# Posts Tagged ‘ probability ’

## Useful for referring—2-25-2014

February 25, 2014
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Interview with Nick Chamandy, statistician at Google You and Your Research +  video Trustworthy Online Controlled Experiments: Five Puzzling Outcomes Explained A Survival Guide to Starting and Finishing a PhD Six Rules For Wearing Suits For Beginners Why I Created C++ More advice to scientists on blogging Software engineering practices for graduate students Statistics Matter […]

## Bivariate Densities with N(0,1) Margins

February 19, 2014
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$\mathcal{N}(0,1)$

This Monday, in the ACT8595 course, we came back on elliptical distributions and conditional independence (here is an old post on de Finetti’s theorem, and the extension to Hewitt-Savage’s). I have shown simulations, to illustrate those two concepts of dependent variables, but I wanted to spend some time to visualize densities. More specifically what could be the joint density is we assume that margins are  distributions. The Bivariate Gaussian distribution Here,…

## Video Tutorial: Breaking Down the Definition of the Hazard Function

$Video Tutorial: Breaking Down the Definition of the Hazard Function$

The hazard function is a fundamental quantity in survival analysis.  For an event occurring at some time on a continuous time scale, the hazard function, , for that event is defined as , where is the time, is the time of the occurrence of the event. However, what does this actually mean?  In this Youtube […]

## What’s Warren Buffett’s \$1 Billion Basketball Bet Worth?

January 23, 2014
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A friend of mine just alerted me to a story on NPR describing a prize on offer from Warren Buffett and Quicken Loans. The prize is a billion dollars (1B USD) for correctly predicting all 63 games in the men’s Division I college basketball tournament this March. The facebook page announcing the contest puts the odds at 1:9,223,372,036,854,775,808, […]

## Machine Learning Lesson of the Day – Classification and Regression

$Machine Learning Lesson of the Day – Classification and Regression$

Supervised learning has 2 categories: In classification, the target variable is categorical. In regression, the target variable is continuous. Thus, regression in statistics is different from regression in supervised learning. In statistics, regression is used to model relationships between predictors and targets, and the targets could be continuous or categorical.   a regression model usually includes 2 components to […]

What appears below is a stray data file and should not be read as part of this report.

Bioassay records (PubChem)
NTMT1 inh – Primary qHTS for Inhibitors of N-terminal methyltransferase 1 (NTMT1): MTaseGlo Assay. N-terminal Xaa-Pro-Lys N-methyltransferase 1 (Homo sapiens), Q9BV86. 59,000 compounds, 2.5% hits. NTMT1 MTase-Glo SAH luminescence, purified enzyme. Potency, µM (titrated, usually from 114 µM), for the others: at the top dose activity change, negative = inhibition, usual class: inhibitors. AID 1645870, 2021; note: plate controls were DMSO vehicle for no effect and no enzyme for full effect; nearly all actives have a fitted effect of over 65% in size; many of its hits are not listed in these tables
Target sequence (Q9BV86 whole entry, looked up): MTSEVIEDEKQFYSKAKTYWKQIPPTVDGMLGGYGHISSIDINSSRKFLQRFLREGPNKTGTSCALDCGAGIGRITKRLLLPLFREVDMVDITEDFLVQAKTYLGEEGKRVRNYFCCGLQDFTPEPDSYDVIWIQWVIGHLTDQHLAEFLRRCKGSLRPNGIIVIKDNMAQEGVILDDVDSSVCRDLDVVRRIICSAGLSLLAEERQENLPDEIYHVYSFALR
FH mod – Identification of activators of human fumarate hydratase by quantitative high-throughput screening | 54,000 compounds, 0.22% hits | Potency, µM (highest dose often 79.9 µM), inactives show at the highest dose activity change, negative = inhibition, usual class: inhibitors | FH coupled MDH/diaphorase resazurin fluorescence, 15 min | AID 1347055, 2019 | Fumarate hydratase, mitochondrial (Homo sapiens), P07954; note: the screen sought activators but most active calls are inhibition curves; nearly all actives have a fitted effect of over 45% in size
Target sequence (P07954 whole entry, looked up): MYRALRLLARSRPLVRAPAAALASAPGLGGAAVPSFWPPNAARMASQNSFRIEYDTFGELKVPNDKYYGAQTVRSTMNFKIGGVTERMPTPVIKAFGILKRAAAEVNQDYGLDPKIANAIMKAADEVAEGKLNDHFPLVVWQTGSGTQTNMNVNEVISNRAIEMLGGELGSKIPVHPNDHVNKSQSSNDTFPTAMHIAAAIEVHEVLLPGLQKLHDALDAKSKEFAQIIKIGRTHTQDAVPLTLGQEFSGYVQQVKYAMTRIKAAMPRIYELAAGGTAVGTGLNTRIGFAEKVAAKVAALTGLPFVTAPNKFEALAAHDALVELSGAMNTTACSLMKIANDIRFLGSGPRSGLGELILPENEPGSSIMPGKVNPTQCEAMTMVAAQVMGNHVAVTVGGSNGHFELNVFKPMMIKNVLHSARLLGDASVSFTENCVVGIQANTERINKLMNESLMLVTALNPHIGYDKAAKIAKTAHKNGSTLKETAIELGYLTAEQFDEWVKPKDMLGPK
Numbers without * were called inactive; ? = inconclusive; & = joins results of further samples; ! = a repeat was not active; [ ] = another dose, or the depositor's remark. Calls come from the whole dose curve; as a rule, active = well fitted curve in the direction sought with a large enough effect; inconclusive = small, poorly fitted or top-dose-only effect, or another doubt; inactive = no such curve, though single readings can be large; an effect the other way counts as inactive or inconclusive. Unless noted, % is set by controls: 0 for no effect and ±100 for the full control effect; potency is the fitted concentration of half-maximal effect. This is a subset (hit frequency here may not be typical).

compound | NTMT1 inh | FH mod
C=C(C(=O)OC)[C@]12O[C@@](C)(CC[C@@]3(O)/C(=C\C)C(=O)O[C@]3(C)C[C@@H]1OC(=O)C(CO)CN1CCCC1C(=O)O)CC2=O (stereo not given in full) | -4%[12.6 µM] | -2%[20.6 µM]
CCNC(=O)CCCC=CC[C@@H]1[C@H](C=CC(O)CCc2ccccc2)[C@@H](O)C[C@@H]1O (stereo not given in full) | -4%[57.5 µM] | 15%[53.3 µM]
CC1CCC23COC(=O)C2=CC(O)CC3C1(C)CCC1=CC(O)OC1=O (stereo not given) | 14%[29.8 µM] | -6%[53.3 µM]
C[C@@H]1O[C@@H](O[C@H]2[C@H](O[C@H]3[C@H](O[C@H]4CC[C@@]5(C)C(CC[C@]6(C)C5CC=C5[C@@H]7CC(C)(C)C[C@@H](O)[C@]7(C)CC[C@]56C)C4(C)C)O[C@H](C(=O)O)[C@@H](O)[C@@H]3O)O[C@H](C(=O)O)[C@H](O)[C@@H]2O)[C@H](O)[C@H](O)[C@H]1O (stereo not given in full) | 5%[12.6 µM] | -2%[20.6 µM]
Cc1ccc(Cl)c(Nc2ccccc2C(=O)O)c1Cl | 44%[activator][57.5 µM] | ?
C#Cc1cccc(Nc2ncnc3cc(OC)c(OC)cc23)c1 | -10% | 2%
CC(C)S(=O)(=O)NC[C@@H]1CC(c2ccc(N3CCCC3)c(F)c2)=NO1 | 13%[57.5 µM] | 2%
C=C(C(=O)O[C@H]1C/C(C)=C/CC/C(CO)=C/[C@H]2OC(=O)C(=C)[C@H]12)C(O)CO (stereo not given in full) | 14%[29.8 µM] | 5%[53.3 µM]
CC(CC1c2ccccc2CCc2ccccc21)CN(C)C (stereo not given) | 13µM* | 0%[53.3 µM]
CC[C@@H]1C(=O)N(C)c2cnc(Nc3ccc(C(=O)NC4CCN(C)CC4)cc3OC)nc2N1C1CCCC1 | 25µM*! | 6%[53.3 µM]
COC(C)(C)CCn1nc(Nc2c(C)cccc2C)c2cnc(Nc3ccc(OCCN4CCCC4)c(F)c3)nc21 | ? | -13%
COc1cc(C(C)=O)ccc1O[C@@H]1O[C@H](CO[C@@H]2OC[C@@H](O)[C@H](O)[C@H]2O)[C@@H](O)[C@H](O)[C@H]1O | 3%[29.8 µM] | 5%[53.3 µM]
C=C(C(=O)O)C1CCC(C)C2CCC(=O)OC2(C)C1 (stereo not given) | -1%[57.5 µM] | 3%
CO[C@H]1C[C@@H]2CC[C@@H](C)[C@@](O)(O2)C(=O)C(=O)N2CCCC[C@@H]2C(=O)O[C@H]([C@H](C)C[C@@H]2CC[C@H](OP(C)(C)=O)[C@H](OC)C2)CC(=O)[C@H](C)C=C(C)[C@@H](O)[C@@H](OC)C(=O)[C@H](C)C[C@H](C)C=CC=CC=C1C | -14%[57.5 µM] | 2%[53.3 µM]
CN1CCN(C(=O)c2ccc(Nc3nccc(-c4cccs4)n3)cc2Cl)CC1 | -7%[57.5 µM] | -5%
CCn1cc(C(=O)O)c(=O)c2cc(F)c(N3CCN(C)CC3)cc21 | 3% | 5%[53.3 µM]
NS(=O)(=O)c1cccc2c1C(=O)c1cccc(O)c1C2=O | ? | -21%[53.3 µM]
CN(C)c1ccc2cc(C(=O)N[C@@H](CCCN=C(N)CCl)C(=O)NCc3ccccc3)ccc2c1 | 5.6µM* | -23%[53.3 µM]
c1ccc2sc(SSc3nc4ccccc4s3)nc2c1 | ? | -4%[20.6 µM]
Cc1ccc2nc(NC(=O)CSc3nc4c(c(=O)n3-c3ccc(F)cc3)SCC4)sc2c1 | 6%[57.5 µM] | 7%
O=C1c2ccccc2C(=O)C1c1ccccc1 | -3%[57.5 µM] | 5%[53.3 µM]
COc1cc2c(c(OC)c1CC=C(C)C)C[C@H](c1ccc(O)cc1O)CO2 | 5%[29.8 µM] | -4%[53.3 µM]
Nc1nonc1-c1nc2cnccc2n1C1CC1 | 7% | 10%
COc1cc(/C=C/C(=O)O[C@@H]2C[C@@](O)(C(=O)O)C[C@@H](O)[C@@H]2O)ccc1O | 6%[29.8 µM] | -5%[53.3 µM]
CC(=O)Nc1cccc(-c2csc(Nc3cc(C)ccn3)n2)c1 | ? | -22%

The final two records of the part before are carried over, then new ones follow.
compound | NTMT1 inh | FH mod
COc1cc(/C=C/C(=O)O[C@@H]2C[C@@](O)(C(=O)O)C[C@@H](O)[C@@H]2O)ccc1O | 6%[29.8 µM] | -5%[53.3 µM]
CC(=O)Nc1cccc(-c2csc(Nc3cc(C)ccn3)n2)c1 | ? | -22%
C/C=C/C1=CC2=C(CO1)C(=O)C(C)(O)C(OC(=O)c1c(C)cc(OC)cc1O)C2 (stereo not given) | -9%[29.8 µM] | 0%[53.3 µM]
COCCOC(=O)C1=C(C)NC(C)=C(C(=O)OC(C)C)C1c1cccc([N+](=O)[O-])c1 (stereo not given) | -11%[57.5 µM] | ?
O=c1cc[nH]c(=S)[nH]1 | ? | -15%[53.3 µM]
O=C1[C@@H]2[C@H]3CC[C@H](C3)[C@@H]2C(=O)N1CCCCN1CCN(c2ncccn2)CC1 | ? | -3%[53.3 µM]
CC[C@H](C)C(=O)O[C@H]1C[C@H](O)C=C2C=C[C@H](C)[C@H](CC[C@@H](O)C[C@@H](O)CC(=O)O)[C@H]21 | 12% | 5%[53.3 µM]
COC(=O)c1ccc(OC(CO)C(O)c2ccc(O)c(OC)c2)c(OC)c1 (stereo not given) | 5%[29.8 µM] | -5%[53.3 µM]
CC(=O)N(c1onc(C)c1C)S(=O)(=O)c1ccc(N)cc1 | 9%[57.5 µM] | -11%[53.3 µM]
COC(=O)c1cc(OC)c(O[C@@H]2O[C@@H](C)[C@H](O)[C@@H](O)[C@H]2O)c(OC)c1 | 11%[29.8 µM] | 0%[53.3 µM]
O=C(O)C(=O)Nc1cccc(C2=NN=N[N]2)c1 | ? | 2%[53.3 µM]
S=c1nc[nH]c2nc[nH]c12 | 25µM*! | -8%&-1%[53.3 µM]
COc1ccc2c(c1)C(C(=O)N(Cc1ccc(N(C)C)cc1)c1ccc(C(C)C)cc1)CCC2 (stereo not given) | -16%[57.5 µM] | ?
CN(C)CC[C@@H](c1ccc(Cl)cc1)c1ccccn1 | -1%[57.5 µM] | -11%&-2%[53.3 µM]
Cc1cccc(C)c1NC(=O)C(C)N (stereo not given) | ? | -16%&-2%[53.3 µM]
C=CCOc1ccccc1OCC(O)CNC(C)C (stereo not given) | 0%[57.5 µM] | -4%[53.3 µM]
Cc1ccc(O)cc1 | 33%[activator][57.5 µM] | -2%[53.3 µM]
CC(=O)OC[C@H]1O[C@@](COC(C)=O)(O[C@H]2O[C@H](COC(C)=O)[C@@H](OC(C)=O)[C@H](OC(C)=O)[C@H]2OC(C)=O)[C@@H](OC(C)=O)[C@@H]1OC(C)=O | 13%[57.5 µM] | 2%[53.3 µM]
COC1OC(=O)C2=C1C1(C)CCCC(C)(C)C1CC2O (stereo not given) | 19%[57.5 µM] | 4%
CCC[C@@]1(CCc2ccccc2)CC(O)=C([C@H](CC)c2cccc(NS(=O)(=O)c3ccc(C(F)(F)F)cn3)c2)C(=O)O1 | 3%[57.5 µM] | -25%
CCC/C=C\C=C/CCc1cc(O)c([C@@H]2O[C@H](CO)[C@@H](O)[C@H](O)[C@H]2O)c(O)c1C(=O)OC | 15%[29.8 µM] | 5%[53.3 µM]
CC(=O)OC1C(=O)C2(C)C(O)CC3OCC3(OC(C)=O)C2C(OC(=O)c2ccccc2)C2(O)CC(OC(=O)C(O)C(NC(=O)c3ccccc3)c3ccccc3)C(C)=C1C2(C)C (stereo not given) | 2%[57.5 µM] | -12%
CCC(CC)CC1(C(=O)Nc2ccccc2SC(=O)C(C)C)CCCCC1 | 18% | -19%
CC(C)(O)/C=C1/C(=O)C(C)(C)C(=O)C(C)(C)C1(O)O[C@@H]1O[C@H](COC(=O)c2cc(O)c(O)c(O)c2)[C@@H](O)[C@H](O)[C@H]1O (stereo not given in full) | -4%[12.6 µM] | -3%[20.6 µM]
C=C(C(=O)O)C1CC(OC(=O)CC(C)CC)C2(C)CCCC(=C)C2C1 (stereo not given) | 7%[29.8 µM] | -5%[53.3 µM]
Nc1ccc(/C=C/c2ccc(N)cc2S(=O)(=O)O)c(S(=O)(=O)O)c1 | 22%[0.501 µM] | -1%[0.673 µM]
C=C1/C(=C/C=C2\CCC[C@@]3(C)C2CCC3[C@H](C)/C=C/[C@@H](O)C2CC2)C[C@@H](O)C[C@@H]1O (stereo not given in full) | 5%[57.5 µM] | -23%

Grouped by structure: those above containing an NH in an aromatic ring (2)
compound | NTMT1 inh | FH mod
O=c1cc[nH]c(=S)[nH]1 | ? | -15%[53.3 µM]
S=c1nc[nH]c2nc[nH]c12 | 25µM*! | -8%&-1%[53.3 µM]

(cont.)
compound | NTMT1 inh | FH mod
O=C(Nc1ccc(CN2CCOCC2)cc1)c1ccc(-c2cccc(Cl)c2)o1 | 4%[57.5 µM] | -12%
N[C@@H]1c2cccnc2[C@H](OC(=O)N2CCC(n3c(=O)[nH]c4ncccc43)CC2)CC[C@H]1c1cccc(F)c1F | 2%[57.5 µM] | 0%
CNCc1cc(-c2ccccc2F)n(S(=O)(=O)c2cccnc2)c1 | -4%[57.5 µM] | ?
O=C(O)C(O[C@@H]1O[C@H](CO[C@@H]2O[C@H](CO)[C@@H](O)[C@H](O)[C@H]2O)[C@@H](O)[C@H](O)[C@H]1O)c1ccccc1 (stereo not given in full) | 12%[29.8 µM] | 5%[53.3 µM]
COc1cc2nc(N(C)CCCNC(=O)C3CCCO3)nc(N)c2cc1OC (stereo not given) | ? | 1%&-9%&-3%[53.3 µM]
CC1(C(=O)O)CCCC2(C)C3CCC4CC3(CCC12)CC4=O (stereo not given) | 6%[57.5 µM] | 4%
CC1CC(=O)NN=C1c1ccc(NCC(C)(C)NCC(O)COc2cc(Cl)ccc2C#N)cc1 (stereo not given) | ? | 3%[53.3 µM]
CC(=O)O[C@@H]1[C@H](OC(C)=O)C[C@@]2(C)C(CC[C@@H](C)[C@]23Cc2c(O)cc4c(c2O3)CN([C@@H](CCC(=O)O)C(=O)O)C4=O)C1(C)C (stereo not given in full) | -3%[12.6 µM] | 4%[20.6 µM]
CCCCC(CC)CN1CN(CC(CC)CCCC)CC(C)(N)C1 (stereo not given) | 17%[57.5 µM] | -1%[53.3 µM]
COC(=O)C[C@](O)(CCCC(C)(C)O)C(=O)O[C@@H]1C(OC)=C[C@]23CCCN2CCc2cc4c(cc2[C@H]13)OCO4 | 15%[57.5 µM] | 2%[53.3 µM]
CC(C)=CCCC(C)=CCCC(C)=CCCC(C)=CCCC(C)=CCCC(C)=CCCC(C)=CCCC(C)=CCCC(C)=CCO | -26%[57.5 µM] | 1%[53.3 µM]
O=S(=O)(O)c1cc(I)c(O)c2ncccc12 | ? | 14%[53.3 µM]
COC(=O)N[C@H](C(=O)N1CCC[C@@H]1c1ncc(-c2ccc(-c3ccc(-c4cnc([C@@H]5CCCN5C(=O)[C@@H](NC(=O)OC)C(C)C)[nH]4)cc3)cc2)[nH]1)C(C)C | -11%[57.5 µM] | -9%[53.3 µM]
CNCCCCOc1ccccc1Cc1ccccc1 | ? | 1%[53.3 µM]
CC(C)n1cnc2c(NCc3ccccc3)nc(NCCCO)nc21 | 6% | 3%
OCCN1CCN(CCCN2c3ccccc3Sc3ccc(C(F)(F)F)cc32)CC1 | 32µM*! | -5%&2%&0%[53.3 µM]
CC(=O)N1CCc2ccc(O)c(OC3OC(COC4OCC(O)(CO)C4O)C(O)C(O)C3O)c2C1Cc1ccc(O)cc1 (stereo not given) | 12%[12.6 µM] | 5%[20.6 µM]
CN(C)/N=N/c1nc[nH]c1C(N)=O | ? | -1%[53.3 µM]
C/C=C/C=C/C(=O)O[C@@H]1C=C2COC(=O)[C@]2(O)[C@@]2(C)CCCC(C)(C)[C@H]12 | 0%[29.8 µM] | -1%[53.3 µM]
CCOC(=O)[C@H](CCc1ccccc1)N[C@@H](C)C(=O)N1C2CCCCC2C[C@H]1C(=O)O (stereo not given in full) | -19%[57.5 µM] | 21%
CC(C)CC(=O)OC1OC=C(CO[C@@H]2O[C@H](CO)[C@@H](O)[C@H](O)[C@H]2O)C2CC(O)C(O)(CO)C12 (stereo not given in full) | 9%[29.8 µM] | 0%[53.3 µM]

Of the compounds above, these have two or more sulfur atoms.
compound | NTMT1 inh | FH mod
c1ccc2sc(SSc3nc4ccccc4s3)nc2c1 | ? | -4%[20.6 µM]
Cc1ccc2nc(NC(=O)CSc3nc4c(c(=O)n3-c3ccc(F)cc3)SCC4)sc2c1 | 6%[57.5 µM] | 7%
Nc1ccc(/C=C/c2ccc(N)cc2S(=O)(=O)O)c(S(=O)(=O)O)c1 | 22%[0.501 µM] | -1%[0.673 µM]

## 37% chance

December 21, 2013
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$n\times n$

I don’t know if you ever realized, before, but it is quite common to have 37% chance that something happened (or actually “not happened” if we want to be more rigorous). For instance, consider a  grid, and draw  points randomly (and uniformely). Then, around 37% cells are empty. Or if you consider a cell, on that grid, there is 37% chance, that the cell is empty. You can look, on the…

## On Wigner’s law (and the semi-circle)

December 17, 2013
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$n\times n$

There is something that I love about mathematics: sometimes, you discover – by chance – a law. It has always been there, it might have been well known by some people (specialized in some given field), but you did not know it. And then, you discover it, and you start wondering how comes you never heard about it before… I experienced that feeling this evening, while working on the syallbus for…

## Deterministic and Probabilistic models and thinking

December 16, 2013
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The way we understand and make sense of variation in the world affects decisions we make. Part of understanding variation is understanding the difference between deterministic and probabilistic (stochastic) models. The NZ curriculum specifies the following learning outcome: “Selects and … Continue reading →

## Probabilities and P-Values

December 2, 2013
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$Probabilities and P-Values$

P-values seem to be the bane of a statistician’s existence.  I’ve seen situations where entire narratives are written without p-values and only provide the effects. It can also be used as a data reduction tool but ultimately it reduces the world into a binary system: yes/no, accept/reject. Not only that but the binary threshold is […]

## Simudidactic

November 23, 2013
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auto·di·dact n. A self-taught person. From Greek autodidaktos, self-taught : auto-, auto- + didaktos, taught; + sim·u·late v. To create a representation or model of (a physical system or particular situation, for example). From Latin simulre, simult-, from similis, like; = (If you can get past the mixing of Latin and Greek roots) sim·u·di·dactic adj. To learn by creating a representation or model of a physical system or […]